QUINTET

TOM PIERSON – “QUINTET” soundtrack

Robert Altman, one of my favorite filmakers and the director of “Nashville”, “M.A.S.H.” and “McCabe & Mrs. Miller”, was iconoclastic, original — and sometimes, made films that were either downright terrible or completely impenetrable. And no film of his is more impenetrable than “Quintet”.

Made at the tail end of a highly prolific period in the late ’70s, “Quintet” is an sci-fi post-apocalypse scenario in which Paul Newman is a wandering seal hunter in a new Ice Age, who comes across a mostly abandoned former megalopolis to find that its few survivors occupy their remaining days ritualistically playing a bizarre board game, the results of which spill over into real life as the losers actually lose their lives.

This sounds kinda cool, but Altman for some reason chose to bathe the entire film in a litslessness which is hard to describe, but easy to want to avoid, once you’ve started watching. Vincent Canby of the New York Times wrote:

At its least boring, “Quintet” has a dream-like quality that is very soothing even when the movie means to be stern and scarifying, if only because nothing seems to be very important. Like its characters, “Quintet” is passionless, to such a degree that when one person stalks another with murder in mind, there is absolutely no suspense. Such total apathy is not easily attained without the help of chemicals.

After all that, I actually like the film, despite its being mostly terrible. It’s got a cockeyed charm that wins me over, even though I’ve tried to watch it at least three or four times, and have only made it through to the end once. It does have some bat-shit crazy costumes, and some killer production design (the majority of it was filmed in the ruins of Montreal’s Expo 67: Man and His World Pavillion).

Part of the reason the film is so difficult is its score, a blob of amorphous, atonal wind section bleats and vague underlying string sections. When viewed in the context of the film, the score hardly works at all — but when listened to on its own, it’s actually a pretty cool avant-garde little suite.

Miraculously, the film is now available on DVD, probably only due to Newman being in the lead role. Watch at your own risk.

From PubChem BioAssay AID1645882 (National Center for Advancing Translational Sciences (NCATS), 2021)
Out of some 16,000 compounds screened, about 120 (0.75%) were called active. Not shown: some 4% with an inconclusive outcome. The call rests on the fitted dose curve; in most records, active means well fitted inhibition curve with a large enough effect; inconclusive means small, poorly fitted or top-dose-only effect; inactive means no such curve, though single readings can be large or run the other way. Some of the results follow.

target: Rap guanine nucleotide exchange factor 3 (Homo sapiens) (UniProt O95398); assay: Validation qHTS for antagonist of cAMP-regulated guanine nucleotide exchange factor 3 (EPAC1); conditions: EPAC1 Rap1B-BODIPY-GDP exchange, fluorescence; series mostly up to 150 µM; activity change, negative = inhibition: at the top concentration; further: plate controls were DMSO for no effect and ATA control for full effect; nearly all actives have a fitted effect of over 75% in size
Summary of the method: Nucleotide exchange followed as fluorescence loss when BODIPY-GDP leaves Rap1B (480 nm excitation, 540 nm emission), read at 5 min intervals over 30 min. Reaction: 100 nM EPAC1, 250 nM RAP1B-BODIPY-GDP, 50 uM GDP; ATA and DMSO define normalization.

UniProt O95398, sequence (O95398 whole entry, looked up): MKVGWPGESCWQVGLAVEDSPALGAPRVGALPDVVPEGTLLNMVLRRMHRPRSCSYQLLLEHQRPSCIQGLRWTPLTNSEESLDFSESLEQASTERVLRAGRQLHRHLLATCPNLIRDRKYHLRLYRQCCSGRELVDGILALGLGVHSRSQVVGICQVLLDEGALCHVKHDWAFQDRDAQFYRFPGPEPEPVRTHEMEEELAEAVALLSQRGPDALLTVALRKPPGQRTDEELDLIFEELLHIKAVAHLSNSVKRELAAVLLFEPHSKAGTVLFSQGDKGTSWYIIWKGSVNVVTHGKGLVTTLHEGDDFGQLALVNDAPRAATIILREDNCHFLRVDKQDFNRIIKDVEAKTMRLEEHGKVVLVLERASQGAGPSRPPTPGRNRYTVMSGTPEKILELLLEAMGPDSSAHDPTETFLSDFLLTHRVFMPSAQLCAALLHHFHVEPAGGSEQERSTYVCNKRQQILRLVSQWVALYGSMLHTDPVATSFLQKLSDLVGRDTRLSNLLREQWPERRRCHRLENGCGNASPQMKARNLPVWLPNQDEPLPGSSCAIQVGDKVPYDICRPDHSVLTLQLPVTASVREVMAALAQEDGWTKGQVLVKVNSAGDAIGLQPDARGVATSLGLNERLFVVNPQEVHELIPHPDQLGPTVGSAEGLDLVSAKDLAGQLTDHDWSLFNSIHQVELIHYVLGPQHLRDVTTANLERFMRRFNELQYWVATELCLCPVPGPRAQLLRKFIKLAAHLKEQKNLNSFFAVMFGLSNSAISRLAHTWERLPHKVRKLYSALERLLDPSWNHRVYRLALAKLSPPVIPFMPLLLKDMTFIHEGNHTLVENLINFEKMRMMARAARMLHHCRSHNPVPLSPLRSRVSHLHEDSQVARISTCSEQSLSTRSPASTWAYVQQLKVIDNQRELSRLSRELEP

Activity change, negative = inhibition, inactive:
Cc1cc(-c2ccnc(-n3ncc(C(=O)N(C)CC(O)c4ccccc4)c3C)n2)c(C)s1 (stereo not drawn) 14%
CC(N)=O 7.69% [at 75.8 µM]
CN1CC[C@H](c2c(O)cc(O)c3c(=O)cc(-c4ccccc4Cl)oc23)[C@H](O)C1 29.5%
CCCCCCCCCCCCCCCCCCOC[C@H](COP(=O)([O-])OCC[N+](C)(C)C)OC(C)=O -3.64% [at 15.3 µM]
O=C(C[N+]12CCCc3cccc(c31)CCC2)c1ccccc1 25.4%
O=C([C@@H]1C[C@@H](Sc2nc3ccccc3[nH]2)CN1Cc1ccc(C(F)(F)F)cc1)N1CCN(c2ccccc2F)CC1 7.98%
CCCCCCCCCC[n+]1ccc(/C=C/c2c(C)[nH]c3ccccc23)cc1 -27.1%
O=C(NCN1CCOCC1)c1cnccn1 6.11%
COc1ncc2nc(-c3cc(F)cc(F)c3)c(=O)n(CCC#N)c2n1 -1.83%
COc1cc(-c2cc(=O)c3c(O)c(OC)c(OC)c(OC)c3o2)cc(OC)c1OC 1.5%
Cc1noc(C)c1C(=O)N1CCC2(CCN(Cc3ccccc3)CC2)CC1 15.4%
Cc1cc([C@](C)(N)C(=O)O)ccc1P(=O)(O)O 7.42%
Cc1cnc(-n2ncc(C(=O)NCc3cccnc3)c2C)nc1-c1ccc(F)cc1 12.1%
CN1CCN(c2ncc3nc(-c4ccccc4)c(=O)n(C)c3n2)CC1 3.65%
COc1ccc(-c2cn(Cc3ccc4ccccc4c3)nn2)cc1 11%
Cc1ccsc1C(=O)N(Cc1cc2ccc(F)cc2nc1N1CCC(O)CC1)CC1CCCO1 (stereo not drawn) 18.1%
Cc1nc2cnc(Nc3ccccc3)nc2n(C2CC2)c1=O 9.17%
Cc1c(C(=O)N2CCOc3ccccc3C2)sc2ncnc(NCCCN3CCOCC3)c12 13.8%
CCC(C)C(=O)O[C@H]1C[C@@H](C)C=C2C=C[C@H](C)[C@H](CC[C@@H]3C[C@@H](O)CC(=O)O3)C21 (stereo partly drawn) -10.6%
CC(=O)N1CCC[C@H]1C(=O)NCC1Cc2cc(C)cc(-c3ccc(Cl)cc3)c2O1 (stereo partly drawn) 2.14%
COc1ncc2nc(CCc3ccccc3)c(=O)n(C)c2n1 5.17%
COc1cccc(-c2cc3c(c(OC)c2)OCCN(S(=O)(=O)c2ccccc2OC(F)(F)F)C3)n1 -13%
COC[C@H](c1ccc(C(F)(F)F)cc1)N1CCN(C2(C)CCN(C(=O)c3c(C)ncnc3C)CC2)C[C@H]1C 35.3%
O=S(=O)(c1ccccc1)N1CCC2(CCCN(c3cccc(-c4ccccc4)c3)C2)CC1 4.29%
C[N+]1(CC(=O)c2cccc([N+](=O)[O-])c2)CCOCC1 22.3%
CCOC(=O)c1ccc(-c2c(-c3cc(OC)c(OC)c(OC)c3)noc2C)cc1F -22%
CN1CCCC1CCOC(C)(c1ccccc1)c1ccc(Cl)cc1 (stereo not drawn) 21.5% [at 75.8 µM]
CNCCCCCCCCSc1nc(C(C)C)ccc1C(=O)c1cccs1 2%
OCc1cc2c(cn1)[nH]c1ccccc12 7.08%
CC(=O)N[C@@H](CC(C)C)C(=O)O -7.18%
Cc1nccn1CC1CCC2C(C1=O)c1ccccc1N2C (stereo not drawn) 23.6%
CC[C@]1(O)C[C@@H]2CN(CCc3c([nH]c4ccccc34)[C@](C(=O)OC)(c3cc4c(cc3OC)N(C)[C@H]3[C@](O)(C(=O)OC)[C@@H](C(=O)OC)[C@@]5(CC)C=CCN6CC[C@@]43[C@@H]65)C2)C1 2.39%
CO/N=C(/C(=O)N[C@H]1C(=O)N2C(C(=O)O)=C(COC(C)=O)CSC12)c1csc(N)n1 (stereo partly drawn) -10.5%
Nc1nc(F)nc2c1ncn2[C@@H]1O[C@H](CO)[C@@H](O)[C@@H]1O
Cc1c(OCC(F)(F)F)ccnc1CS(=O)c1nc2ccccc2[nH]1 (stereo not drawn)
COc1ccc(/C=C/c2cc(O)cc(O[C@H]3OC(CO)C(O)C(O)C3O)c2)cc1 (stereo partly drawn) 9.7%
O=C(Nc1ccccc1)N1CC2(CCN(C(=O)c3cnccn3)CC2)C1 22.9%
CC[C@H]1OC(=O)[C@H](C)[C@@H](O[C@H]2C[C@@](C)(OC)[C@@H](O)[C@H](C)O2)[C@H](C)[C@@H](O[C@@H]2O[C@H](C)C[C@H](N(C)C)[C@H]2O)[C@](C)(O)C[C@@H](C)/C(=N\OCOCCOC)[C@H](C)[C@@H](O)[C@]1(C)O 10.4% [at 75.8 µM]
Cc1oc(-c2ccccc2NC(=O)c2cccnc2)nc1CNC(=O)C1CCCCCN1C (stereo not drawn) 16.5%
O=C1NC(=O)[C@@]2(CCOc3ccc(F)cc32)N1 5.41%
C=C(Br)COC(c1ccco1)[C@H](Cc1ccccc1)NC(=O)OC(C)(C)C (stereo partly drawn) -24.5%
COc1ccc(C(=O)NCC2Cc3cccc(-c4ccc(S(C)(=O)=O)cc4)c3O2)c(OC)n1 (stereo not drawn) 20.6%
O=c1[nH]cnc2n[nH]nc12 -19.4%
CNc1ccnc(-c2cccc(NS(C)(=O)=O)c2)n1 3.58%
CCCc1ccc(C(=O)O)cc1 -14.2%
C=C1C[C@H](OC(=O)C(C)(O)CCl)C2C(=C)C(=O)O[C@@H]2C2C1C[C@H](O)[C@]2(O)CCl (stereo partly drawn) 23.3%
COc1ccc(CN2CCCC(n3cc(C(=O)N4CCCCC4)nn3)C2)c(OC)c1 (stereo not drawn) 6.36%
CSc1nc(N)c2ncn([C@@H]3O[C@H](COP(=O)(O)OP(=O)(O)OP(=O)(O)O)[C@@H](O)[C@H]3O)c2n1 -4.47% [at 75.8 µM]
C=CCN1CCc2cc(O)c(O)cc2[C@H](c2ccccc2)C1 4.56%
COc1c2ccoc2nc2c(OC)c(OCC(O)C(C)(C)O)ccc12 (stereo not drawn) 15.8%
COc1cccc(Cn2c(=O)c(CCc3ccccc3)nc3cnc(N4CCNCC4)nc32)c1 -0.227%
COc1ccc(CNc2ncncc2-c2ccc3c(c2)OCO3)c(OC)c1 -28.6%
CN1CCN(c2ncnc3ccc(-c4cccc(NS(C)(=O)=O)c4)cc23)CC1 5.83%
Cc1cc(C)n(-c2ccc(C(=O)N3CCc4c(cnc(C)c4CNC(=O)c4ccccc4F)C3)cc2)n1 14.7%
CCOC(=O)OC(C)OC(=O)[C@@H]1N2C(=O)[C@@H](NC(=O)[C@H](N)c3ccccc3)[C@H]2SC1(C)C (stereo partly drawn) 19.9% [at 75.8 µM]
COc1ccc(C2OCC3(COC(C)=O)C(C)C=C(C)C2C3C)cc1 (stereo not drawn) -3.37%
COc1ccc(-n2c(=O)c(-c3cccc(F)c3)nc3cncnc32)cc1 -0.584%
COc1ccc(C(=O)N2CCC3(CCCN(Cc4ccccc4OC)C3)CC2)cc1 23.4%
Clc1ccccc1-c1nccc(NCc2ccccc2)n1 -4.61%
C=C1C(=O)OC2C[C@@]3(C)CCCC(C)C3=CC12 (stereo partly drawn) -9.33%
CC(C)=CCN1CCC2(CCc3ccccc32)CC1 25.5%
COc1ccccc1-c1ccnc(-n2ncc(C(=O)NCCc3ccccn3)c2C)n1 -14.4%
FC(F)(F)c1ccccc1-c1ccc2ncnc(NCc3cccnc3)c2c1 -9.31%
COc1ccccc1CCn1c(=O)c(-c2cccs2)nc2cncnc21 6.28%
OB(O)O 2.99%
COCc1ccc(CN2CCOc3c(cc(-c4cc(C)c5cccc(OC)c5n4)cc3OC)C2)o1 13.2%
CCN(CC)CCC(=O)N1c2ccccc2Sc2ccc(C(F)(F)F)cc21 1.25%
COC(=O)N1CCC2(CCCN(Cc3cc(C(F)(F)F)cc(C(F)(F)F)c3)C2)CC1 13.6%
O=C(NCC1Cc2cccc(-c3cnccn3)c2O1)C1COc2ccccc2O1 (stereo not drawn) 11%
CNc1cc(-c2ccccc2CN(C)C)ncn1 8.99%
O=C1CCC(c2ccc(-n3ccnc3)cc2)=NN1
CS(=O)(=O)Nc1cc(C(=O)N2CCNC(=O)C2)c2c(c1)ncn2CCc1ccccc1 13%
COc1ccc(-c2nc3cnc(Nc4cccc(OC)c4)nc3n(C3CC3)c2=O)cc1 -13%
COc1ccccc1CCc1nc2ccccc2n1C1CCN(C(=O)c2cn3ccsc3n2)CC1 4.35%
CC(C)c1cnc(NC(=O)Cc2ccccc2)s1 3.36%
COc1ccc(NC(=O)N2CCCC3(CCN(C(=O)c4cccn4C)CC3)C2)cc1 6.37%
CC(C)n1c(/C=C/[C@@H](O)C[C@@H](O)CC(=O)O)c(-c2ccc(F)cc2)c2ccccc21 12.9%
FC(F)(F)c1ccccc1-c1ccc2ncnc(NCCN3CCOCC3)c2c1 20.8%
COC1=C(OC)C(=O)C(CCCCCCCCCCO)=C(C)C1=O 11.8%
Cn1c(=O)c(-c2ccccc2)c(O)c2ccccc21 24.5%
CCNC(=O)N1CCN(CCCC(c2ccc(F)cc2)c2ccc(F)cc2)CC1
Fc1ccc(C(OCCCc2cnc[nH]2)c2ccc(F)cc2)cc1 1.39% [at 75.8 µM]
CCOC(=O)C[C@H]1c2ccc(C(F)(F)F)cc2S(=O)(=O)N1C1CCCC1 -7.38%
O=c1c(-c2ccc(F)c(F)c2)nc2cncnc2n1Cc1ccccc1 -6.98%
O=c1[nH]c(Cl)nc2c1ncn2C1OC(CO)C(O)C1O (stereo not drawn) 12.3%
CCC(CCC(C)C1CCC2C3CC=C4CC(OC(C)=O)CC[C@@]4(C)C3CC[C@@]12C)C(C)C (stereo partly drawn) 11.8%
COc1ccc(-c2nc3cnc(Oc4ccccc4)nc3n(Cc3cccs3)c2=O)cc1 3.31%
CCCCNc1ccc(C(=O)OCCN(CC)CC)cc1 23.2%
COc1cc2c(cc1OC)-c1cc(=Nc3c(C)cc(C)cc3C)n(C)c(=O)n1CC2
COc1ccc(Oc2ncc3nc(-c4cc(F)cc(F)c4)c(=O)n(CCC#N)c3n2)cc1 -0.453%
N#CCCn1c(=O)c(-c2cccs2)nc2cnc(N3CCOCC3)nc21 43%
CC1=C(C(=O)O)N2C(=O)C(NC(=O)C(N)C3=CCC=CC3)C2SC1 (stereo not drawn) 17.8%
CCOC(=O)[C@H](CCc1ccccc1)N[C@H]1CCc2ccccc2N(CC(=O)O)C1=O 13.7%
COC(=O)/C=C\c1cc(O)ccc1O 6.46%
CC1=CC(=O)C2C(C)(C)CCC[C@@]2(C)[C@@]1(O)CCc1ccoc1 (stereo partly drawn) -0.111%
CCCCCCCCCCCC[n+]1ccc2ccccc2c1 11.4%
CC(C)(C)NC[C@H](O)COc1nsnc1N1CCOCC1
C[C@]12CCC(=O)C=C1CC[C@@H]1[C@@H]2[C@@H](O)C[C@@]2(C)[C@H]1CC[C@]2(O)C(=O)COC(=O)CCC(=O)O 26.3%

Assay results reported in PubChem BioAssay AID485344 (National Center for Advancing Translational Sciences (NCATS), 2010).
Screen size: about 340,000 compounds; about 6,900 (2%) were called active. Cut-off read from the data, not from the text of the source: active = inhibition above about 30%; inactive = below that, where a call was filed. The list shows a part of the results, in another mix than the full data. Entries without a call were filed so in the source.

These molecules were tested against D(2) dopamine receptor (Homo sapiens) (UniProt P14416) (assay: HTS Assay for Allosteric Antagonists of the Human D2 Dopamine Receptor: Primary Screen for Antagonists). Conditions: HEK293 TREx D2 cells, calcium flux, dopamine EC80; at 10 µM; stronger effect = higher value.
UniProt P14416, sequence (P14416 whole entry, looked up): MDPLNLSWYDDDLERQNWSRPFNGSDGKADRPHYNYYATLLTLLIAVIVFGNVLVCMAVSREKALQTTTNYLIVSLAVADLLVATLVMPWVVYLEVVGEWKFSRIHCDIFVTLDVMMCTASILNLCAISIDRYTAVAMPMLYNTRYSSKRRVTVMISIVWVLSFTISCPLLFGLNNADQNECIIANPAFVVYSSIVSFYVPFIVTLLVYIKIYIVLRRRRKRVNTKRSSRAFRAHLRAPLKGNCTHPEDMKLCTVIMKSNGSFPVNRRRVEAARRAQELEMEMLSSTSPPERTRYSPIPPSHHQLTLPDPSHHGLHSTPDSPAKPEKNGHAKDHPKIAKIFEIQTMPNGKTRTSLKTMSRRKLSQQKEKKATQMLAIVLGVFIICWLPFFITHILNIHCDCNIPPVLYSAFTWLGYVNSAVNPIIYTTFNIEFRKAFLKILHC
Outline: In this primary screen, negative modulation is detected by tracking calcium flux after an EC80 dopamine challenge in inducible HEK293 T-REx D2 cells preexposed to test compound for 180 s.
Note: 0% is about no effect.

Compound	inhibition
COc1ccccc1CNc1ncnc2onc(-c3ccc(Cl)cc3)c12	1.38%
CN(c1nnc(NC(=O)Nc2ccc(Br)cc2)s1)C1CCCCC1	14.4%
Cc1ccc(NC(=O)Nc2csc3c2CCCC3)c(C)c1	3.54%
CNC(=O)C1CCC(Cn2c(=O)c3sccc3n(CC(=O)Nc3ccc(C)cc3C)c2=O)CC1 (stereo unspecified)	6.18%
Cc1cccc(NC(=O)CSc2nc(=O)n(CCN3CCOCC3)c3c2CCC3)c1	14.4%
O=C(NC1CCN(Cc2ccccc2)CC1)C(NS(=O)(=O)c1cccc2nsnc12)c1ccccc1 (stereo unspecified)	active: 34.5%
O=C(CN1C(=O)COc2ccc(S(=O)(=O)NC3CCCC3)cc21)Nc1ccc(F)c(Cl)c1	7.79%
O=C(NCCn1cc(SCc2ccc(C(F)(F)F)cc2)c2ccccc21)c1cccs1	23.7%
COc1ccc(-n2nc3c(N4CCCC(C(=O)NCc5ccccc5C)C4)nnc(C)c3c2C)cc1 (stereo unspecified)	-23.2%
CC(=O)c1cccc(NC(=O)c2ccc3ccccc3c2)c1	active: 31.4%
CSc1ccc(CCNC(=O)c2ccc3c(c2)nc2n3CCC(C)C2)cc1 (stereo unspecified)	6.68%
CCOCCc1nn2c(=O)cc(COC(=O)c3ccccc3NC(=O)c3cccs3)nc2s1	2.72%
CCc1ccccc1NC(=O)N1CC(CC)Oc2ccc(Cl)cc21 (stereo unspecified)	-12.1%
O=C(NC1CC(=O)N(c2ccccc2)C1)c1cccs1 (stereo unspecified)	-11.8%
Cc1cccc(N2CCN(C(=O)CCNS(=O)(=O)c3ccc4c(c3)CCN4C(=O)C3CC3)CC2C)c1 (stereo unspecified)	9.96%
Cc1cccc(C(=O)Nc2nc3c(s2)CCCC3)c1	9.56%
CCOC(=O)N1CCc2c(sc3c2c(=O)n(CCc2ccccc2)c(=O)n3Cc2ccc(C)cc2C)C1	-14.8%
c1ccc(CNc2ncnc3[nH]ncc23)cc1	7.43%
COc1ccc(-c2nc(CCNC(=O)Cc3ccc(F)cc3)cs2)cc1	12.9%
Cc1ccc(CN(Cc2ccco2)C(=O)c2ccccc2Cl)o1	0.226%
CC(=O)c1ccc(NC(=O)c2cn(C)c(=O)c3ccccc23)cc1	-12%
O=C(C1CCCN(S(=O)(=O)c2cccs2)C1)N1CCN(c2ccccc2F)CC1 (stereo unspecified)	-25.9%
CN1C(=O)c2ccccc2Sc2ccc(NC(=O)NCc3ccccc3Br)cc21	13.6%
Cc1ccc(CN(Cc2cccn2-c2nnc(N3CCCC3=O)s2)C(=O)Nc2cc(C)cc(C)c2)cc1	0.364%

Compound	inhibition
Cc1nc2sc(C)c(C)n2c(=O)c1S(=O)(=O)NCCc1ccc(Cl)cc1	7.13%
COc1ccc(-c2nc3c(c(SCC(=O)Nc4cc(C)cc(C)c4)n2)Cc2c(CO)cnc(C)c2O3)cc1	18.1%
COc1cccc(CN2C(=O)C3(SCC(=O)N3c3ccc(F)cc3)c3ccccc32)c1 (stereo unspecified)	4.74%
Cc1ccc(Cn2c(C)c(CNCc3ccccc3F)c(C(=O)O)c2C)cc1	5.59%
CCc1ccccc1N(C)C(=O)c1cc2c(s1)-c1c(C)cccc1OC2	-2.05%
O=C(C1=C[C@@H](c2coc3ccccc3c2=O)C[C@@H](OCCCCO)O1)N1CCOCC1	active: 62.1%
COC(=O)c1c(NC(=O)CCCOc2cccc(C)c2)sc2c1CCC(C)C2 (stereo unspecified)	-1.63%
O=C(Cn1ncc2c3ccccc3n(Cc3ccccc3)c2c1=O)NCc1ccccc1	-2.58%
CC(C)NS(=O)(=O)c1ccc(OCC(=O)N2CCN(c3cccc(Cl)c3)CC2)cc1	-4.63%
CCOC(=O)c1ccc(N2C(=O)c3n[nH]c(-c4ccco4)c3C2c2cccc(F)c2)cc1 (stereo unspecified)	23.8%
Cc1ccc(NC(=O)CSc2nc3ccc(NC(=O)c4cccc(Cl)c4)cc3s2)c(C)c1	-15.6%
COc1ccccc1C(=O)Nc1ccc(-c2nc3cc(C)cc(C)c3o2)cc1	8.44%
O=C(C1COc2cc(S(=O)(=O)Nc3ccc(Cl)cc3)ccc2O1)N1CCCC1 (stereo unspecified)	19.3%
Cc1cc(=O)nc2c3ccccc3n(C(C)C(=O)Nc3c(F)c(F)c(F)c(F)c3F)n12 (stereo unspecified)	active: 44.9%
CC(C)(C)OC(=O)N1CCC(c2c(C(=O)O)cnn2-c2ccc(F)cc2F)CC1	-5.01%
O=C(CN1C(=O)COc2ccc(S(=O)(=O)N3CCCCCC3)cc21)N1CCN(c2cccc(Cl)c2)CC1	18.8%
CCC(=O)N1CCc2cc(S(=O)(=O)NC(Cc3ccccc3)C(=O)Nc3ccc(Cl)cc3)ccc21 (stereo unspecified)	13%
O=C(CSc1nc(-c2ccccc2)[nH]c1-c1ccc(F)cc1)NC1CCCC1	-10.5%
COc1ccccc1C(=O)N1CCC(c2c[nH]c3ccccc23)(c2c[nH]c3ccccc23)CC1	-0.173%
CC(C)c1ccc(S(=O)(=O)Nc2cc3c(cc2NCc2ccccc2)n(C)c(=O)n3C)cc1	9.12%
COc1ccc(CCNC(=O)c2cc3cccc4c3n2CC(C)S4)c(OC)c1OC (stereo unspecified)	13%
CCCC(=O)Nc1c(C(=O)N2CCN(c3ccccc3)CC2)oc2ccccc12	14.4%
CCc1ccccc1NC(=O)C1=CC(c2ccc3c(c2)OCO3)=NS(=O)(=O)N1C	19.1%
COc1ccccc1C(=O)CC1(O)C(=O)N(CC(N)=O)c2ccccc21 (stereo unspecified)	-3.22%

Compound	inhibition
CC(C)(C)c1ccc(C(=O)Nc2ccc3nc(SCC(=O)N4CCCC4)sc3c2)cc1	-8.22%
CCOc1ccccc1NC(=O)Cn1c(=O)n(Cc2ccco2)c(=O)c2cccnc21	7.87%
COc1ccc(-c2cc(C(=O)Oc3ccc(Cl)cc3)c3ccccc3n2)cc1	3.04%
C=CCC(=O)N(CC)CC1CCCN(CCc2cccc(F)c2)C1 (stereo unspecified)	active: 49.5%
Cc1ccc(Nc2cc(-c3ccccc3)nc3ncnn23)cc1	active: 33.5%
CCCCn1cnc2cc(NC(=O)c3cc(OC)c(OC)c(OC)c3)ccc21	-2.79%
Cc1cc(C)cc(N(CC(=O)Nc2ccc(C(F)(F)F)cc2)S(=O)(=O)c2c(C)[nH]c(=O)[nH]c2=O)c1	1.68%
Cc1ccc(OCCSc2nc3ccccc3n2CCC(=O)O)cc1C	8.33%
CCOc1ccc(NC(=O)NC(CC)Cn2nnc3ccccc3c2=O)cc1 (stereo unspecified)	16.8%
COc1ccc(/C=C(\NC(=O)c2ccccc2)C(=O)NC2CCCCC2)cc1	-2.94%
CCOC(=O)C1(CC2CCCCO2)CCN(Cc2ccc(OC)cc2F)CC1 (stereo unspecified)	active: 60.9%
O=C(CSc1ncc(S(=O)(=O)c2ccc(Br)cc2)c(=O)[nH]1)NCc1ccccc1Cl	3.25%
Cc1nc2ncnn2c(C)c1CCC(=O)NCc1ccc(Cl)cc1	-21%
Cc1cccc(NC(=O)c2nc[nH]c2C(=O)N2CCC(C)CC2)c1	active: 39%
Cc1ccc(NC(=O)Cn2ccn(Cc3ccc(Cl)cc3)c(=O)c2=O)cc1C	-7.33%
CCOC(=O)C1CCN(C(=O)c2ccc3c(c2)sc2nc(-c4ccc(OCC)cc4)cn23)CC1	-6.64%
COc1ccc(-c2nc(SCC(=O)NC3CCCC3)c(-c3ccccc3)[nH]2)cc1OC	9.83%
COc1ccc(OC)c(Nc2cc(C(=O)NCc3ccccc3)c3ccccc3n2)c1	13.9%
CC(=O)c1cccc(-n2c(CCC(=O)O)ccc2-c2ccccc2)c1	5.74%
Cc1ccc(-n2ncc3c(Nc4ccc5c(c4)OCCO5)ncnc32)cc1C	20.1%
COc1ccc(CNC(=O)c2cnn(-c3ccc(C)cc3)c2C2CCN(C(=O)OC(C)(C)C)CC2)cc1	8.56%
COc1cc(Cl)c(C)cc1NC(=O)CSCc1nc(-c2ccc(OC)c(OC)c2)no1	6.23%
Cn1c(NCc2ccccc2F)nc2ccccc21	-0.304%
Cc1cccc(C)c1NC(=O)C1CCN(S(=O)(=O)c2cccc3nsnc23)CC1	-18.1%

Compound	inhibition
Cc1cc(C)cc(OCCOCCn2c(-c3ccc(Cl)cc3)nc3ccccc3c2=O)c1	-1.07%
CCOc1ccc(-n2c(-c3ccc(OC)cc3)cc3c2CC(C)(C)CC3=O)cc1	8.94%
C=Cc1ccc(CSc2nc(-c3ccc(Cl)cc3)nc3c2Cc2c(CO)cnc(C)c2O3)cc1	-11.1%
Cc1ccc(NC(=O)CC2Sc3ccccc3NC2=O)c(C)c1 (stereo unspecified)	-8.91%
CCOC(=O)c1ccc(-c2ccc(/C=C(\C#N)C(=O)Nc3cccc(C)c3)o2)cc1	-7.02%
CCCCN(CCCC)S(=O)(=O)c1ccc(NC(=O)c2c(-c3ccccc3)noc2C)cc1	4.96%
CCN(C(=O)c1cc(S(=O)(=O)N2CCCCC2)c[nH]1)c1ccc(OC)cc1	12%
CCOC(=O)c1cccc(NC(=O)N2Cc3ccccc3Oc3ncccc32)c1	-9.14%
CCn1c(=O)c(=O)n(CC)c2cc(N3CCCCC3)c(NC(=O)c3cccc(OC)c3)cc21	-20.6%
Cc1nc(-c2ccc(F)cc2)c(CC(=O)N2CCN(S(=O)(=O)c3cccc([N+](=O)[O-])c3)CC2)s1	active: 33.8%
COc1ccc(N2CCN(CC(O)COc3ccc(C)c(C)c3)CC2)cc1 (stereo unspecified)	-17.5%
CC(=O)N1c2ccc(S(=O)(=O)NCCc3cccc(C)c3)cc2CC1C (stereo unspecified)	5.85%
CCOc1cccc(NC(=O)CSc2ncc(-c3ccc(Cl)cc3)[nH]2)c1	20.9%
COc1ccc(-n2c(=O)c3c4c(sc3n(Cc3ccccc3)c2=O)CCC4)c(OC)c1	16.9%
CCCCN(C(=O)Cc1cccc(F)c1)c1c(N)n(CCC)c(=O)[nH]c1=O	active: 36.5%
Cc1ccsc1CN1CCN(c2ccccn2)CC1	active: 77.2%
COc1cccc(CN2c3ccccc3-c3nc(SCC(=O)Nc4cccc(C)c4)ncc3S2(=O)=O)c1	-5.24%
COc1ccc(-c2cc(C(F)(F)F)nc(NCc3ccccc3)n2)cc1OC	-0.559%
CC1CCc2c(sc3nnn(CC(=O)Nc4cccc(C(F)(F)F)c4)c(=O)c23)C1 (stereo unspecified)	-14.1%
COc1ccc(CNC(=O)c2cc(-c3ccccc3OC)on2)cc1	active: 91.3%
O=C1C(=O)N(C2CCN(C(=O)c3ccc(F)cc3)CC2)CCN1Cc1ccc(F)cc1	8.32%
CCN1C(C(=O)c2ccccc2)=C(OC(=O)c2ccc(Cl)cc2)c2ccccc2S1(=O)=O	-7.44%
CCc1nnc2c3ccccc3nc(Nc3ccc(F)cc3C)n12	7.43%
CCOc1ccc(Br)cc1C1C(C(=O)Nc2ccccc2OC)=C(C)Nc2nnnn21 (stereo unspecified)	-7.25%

Tom Pierson – “Quintet” soundtrack (ZIP file)

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60 Responses to QUINTET

  1. caleb says:

    Though the film sounds too tedious to agree with my anxiety, I’m just to intrigued not to Netflix it. If anything Paul Newman’s hotness should carry me through (even if it is from the late 70′s).

  2. robin says:

    Spot on really. Amazing film-maker; tedious film. It’s hard to know what he was after with this one. Best to watch “Images” or “Three Women” and blow your mind wide open.

  3. human says:

    After listening to this, I hired the film from my UNI out of curiousity to see where the sounds sit, and yep, the film is a head scratcher that’s for sure……. vaseline around the edges of the camera!?!?!?!?!?!?!?!?!?!? oh dear…. To give it some credit I didn’t mind the set design (montreal expo building leftovers I believe….as mentioned in the dvd extras). Interesting sound design captured on the soundtrack though, cheers for that! I do have a penchant for absurd 70′s sci fi/cult flicks though, and have sat through worse with little or no reward…..”no blade of grass” anyone?

  4. John Terhorst says:

    I think he was trying to make the film seem in real time and in that way immerse you in the future and it’s tedium seem more real. It seems to me to be a distopianian science fiction film that was a reaction to star wars and action and quick cutting. Zardoz is kind of similar that way.

    After this movie was made the tax breaks that had been the basis of independent filmmaking up to that point fell apart. You could pretty much take a couple of years to get a film to screen and investors could write down a total loss during that period then the profets would come in the third year of the incorporated business.

    After this film one of three in the same year for Altman he did not have the chance to make a movie again till the late 80’s with the video to film Nixon movie.

  5. Mr X says:

    Are you joking human!? No Blade Of Grass is a far better film than Quintet.